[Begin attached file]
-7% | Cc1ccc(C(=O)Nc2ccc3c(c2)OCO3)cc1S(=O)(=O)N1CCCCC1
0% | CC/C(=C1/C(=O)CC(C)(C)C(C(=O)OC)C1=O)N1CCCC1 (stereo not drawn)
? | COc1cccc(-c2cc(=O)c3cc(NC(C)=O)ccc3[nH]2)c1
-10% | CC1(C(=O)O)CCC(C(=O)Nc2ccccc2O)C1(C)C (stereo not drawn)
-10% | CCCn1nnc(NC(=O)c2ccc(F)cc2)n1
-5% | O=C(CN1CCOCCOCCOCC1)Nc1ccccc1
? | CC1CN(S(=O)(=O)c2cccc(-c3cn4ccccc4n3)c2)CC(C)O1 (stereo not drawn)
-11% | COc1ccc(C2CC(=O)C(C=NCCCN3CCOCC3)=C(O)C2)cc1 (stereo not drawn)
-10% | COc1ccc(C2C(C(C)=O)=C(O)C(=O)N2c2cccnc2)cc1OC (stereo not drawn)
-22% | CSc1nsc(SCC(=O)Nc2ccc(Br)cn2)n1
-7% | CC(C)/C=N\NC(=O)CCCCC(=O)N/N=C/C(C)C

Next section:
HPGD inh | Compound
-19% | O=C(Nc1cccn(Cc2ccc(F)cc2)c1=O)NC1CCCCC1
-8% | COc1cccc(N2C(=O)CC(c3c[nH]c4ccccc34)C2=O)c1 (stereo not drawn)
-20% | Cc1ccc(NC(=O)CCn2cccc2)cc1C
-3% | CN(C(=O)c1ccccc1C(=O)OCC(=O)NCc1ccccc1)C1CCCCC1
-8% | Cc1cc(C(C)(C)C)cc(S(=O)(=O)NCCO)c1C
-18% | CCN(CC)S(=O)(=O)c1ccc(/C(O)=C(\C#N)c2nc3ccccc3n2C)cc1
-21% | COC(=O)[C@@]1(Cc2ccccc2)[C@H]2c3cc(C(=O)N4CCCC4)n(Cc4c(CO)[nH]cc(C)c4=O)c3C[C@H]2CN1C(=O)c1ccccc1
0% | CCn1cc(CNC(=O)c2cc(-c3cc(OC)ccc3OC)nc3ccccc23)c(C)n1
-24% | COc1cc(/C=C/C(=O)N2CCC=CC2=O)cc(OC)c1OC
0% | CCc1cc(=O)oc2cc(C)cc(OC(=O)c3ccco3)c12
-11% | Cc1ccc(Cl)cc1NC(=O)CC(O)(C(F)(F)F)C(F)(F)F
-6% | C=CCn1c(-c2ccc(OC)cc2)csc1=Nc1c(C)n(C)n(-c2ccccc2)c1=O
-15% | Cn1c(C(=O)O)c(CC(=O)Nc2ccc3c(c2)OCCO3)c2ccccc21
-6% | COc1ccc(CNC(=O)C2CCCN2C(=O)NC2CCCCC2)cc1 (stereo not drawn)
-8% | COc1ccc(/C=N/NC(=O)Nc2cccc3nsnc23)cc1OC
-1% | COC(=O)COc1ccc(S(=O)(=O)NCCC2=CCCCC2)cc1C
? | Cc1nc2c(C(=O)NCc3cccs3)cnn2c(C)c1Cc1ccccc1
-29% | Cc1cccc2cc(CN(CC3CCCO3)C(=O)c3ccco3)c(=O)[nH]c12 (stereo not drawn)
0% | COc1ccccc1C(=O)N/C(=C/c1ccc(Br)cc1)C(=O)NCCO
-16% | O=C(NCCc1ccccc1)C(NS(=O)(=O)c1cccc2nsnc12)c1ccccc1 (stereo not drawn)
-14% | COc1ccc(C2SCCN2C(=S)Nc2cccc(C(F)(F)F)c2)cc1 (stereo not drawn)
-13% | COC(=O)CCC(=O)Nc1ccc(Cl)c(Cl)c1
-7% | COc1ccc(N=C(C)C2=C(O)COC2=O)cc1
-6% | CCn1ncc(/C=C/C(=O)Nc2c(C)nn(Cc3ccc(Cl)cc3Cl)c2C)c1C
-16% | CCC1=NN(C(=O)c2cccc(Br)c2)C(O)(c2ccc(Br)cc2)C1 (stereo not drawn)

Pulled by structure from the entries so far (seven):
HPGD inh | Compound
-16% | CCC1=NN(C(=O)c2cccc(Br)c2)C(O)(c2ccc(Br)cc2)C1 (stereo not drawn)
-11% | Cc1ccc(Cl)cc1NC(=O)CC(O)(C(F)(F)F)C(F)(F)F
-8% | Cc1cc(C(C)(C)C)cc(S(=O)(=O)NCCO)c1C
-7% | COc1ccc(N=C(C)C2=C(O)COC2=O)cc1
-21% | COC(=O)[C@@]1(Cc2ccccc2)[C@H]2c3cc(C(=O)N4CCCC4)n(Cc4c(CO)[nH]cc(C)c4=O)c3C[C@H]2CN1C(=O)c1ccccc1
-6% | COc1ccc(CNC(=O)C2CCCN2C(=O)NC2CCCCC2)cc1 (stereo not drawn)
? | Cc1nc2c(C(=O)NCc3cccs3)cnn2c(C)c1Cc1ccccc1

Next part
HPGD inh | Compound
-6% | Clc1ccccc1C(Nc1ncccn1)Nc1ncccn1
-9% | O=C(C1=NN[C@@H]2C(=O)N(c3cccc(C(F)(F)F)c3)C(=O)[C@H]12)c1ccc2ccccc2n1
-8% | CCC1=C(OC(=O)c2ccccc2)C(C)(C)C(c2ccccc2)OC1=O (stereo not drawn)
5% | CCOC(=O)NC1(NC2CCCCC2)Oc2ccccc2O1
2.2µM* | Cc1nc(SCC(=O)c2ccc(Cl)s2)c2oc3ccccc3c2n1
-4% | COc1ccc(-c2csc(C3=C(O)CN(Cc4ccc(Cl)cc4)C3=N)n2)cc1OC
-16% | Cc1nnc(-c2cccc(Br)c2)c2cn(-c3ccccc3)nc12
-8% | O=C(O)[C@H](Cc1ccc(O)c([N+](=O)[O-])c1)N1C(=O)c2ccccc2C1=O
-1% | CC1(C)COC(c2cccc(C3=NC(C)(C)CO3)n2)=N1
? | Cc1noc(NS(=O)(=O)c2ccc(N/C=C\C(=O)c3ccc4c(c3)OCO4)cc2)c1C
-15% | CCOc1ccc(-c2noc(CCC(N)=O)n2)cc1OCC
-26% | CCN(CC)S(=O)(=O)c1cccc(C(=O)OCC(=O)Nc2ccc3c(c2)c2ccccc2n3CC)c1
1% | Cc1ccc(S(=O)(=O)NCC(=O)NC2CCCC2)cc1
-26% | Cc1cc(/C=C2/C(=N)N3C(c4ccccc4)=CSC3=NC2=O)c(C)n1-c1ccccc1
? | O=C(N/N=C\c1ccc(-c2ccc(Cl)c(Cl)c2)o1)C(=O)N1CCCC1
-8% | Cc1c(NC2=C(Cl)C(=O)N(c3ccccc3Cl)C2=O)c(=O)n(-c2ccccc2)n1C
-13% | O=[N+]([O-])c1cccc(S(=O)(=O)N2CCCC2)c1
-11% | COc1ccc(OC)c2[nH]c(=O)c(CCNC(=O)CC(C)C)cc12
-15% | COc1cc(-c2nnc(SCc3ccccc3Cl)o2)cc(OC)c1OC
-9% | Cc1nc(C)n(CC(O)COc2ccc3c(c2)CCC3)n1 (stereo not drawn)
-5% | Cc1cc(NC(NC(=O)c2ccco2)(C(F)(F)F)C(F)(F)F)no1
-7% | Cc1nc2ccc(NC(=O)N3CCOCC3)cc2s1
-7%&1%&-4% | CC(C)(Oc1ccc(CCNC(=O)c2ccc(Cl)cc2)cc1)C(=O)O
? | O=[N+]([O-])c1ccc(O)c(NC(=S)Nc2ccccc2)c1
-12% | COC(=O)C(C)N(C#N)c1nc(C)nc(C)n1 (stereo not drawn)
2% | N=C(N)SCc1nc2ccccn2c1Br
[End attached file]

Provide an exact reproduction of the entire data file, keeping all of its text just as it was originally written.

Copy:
-7% | Cc1ccc(C(=O)Nc2ccc3c(c2)OCO3)cc1S(=O)(=O)N1CCCCC1
0% | CC/C(=C1/C(=O)CC(C)(C)C(C(=O)OC)C1=O)N1CCCC1 (stereo not drawn)
? | COc1cccc(-c2cc(=O)c3cc(NC(C)=O)ccc3[nH]2)c1
-10% | CC1(C(=O)O)CCC(C(=O)Nc2ccccc2O)C1(C)C (stereo not drawn)
-10% | CCCn1nnc(NC(=O)c2ccc(F)cc2)n1
-5% | O=C(CN1CCOCCOCCOCC1)Nc1ccccc1
? | CC1CN(S(=O)(=O)c2cccc(-c3cn4ccccc4n3)c2)CC(C)O1 (stereo not drawn)
-11% | COc1ccc(C2CC(=O)C(C=NCCCN3CCOCC3)=C(O)C2)cc1 (stereo not drawn)
-10% | COc1ccc(C2C(C(C)=O)=C(O)C(=O)N2c2cccnc2)cc1OC (stereo not drawn)
-22% | CSc1nsc(SCC(=O)Nc2ccc(Br)cn2)n1
-7% | CC(C)/C=N\NC(=O)CCCCC(=O)N/N=C/C(C)C

Next section:
HPGD inh | Compound
-19% | O=C(Nc1cccn(Cc2ccc(F)cc2)c1=O)NC1CCCCC1
-8% | COc1cccc(N2C(=O)CC(c3c[nH]c4ccccc34)C2=O)c1 (stereo not drawn)
-20% | Cc1ccc(NC(=O)CCn2cccc2)cc1C
-3% | CN(C(=O)c1ccccc1C(=O)OCC(=O)NCc1ccccc1)C1CCCCC1
-8% | Cc1cc(C(C)(C)C)cc(S(=O)(=O)NCCO)c1C
-18% | CCN(CC)S(=O)(=O)c1ccc(/C(O)=C(\C#N)c2nc3ccccc3n2C)cc1
-21% | COC(=O)[C@@]1(Cc2ccccc2)[C@H]2c3cc(C(=O)N4CCCC4)n(Cc4c(CO)[nH]cc(C)c4=O)c3C[C@H]2CN1C(=O)c1ccccc1
0% | CCn1cc(CNC(=O)c2cc(-c3cc(OC)ccc3OC)nc3ccccc23)c(C)n1
-24% | COc1cc(/C=C/C(=O)N2CCC=CC2=O)cc(OC)c1OC
0% | CCc1cc(=O)oc2cc(C)cc(OC(=O)c3ccco3)c12
-11% | Cc1ccc(Cl)cc1NC(=O)CC(O)(C(F)(F)F)C(F)(F)F
-6% | C=CCn1c(-c2ccc(OC)cc2)csc1=Nc1c(C)n(C)n(-c2ccccc2)c1=O
-15% | Cn1c(C(=O)O)c(CC(=O)Nc2ccc3c(c2)OCCO3)c2ccccc21
-6% | COc1ccc(CNC(=O)C2CCCN2C(=O)NC2CCCCC2)cc1 (stereo not drawn)
-8% | COc1ccc(/C=N/NC(=O)Nc2cccc3nsnc23)cc1OC
-1% | COC(=O)COc1ccc(S(=O)(=O)NCCC2=CCCCC2)cc1C
? | Cc1nc2c(C(=O)NCc3cccs3)cnn2c(C)c1Cc1ccccc1
-29% | Cc1cccc2cc(CN(CC3CCCO3)C(=O)c3ccco3)c(=O)[nH]c12 (stereo not drawn)
0% | COc1ccccc1C(=O)N/C(=C/c1ccc(Br)cc1)C(=O)NCCO
-16% | O=C(NCCc1ccccc1)C(NS(=O)(=O)c1cccc2nsnc12)c1ccccc1 (stereo not drawn)
-14% | COc1ccc(C2SCCN2C(=S)Nc2cccc(C(F)(F)F)c2)cc1 (stereo not drawn)
-13% | COC(=O)CCC(=O)Nc1ccc(Cl)c(Cl)c1
-7% | COc1ccc(N=C(C)C2=C(O)COC2=O)cc1
-6% | CCn1ncc(/C=C/C(=O)Nc2c(C)nn(Cc3ccc(Cl)cc3Cl)c2C)c1C
-16% | CCC1=NN(C(=O)c2cccc(Br)c2)C(O)(c2ccc(Br)cc2)C1 (stereo not drawn)

Pulled by structure from the entries so far (seven):
HPGD inh | Compound
-16% | CCC1=NN(C(=O)c2cccc(Br)c2)C(O)(c2ccc(Br)cc2)C1 (stereo not drawn)
-11% | Cc1ccc(Cl)cc1NC(=O)CC(O)(C(F)(F)F)C(F)(F)F
-8% | Cc1cc(C(C)(C)C)cc(S(=O)(=O)NCCO)c1C
-7% | COc1ccc(N=C(C)C2=C(O)COC2=O)cc1
-21% | COC(=O)[C@@]1(Cc2ccccc2)[C@H]2c3cc(C(=O)N4CCCC4)n(Cc4c(CO)[nH]cc(C)c4=O)c3C[C@H]2CN1C(=O)c1ccccc1
-6% | COc1ccc(CNC(=O)C2CCCN2C(=O)NC2CCCCC2)cc1 (stereo not drawn)
? | Cc1nc2c(C(=O)NCc3cccs3)cnn2c(C)c1Cc1ccccc1

Next part
HPGD inh | Compound
-6% | Clc1ccccc1C(Nc1ncccn1)Nc1ncccn1
-9% | O=C(C1=NN[C@@H]2C(=O)N(c3cccc(C(F)(F)F)c3)C(=O)[C@H]12)c1ccc2ccccc2n1
-8% | CCC1=C(OC(=O)c2ccccc2)C(C)(C)C(c2ccccc2)OC1=O (stereo not drawn)
5% | CCOC(=O)NC1(NC2CCCCC2)Oc2ccccc2O1
2.2µM* | Cc1nc(SCC(=O)c2ccc(Cl)s2)c2oc3ccccc3c2n1
-4% | COc1ccc(-c2csc(C3=C(O)CN(Cc4ccc(Cl)cc4)C3=N)n2)cc1OC
-16% | Cc1nnc(-c2cccc(Br)c2)c2cn(-c3ccccc3)nc12
-8% | O=C(O)[C@H](Cc1ccc(O)c([N+](=O)[O-])c1)N1C(=O)c2ccccc2C1=O
-1% | CC1(C)COC(c2cccc(C3=NC(C)(C)CO3)n2)=N1
? | Cc1noc(NS(=O)(=O)c2ccc(N/C=C\C(=O)c3ccc4c(c3)OCO4)cc2)c1C
-15% | CCOc1ccc(-c2noc(CCC(N)=O)n2)cc1OCC
-26% | CCN(CC)S(=O)(=O)c1cccc(C(=O)OCC(=O)Nc2ccc3c(c2)c2ccccc2n3CC)c1
1% | Cc1ccc(S(=O)(=O)NCC(=O)NC2CCCC2)cc1
-26% | Cc1cc(/C=C2/C(=N)N3C(c4ccccc4)=CSC3=NC2=O)c(C)n1-c1ccccc1
? | O=C(N/N=C\c1ccc(-c2ccc(Cl)c(Cl)c2)o1)C(=O)N1CCCC1
-8% | Cc1c(NC2=C(Cl)C(=O)N(c3ccccc3Cl)C2=O)c(=O)n(-c2ccccc2)n1C
-13% | O=[N+]([O-])c1cccc(S(=O)(=O)N2CCCC2)c1
-11% | COc1ccc(OC)c2[nH]c(=O)c(CCNC(=O)CC(C)C)cc12
-15% | COc1cc(-c2nnc(SCc3ccccc3Cl)o2)cc(OC)c1OC
-9% | Cc1nc(C)n(CC(O)COc2ccc3c(c2)CCC3)n1 (stereo not drawn)
-5% | Cc1cc(NC(NC(=O)c2ccco2)(C(F)(F)F)C(F)(F)F)no1
-7% | Cc1nc2ccc(NC(=O)N3CCOCC3)cc2s1
-7%&1%&-4% | CC(C)(Oc1ccc(CCNC(=O)c2ccc(Cl)cc2)cc1)C(=O)O
? | O=[N+]([O-])c1ccc(O)c(NC(=S)Nc2ccccc2)c1
-12% | COC(=O)C(C)N(C#N)c1nc(C)nc(C)n1 (stereo not drawn)
2% | N=C(N)SCc1nc2ccccn2c1Br